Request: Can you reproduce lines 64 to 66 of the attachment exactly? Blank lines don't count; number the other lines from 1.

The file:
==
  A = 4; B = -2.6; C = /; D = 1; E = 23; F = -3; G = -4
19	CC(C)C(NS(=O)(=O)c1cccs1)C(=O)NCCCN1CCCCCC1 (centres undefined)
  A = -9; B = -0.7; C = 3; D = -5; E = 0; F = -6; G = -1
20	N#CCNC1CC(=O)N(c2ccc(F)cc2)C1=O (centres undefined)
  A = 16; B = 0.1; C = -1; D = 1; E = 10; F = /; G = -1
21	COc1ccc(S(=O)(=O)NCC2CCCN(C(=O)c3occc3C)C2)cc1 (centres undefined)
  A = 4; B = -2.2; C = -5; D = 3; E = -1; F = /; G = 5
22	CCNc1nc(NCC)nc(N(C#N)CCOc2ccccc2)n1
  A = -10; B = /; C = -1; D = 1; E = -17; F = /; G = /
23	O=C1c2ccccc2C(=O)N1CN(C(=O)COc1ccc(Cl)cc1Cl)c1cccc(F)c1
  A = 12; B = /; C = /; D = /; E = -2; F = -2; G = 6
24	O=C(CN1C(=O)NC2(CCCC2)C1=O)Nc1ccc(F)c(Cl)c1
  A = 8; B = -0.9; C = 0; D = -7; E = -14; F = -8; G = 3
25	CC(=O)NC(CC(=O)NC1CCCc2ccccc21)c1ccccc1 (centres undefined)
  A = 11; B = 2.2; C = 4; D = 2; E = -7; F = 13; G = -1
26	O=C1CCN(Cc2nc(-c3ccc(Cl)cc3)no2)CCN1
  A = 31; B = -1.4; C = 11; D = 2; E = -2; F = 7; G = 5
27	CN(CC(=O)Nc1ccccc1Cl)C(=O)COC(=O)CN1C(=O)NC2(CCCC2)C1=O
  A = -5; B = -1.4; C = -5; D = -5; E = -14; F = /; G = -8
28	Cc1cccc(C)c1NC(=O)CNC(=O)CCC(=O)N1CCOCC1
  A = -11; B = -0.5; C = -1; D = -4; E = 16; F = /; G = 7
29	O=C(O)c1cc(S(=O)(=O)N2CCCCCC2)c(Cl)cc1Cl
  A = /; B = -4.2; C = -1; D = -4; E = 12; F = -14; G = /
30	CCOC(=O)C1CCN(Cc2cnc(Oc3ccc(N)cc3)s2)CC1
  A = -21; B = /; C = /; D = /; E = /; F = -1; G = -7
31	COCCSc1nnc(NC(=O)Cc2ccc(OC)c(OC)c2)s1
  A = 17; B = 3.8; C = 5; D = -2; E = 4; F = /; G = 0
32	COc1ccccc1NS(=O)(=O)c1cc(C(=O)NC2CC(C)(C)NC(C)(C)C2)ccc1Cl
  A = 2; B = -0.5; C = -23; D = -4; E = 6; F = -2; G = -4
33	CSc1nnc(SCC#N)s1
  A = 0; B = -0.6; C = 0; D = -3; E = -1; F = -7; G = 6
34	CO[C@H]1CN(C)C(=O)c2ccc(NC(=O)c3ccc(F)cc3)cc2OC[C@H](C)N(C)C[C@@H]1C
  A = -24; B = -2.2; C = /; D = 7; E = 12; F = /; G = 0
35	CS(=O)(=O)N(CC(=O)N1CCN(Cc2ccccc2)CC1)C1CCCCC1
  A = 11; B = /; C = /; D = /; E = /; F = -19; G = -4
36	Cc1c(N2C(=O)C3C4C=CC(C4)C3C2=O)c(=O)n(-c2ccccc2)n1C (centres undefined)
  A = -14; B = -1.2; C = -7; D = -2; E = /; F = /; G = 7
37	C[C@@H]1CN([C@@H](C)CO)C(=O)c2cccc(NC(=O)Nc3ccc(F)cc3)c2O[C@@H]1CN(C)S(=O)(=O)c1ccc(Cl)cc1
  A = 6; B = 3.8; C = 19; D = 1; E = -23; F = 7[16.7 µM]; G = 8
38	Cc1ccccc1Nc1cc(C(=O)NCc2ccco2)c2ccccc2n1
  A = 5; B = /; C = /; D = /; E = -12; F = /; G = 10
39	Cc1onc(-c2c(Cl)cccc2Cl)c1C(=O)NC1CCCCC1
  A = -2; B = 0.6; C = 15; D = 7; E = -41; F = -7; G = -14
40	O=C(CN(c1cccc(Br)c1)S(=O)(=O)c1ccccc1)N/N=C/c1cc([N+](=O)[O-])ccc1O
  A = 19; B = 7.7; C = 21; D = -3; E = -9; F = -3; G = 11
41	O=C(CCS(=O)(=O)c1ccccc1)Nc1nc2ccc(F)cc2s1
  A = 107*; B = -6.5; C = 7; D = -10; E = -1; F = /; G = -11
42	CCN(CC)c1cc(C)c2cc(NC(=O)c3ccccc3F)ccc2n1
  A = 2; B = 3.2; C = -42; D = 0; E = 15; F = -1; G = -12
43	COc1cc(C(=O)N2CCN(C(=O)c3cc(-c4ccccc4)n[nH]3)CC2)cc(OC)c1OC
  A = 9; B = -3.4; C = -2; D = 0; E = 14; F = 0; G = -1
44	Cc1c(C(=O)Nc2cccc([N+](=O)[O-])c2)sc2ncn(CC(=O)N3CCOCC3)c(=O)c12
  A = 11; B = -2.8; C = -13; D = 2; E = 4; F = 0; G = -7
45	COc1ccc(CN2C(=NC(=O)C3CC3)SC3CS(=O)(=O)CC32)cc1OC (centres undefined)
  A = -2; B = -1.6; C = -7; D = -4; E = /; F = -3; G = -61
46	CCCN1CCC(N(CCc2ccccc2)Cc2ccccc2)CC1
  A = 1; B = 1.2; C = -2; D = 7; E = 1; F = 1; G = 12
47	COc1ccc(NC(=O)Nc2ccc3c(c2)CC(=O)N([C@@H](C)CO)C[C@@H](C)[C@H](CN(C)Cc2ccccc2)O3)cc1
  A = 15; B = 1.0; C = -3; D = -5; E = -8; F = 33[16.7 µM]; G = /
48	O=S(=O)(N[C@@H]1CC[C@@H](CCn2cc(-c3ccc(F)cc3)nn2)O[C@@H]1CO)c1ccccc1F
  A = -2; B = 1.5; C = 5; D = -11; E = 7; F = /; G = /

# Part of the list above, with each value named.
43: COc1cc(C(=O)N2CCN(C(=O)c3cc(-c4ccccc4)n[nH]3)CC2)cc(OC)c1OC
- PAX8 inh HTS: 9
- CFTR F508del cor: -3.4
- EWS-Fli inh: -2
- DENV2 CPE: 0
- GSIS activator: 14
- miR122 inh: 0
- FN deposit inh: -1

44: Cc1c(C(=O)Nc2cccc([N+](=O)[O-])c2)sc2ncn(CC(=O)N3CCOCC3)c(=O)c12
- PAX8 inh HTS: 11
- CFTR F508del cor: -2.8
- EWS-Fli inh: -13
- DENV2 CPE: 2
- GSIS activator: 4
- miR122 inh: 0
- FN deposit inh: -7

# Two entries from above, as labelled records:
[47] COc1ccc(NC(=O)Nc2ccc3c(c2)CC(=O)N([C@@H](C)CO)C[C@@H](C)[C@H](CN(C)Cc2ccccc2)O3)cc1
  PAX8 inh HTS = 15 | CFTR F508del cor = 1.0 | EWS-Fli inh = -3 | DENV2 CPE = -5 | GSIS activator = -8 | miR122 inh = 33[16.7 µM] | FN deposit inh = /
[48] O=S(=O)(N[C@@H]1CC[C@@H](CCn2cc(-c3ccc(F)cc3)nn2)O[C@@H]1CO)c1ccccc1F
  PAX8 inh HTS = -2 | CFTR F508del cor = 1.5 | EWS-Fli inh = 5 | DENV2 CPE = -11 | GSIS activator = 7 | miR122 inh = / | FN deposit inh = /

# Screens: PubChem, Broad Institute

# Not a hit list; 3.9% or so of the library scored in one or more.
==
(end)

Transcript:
- PAX8 inh HTS: 9
- CFTR F508del cor: -3.4
- EWS-Fli inh: -2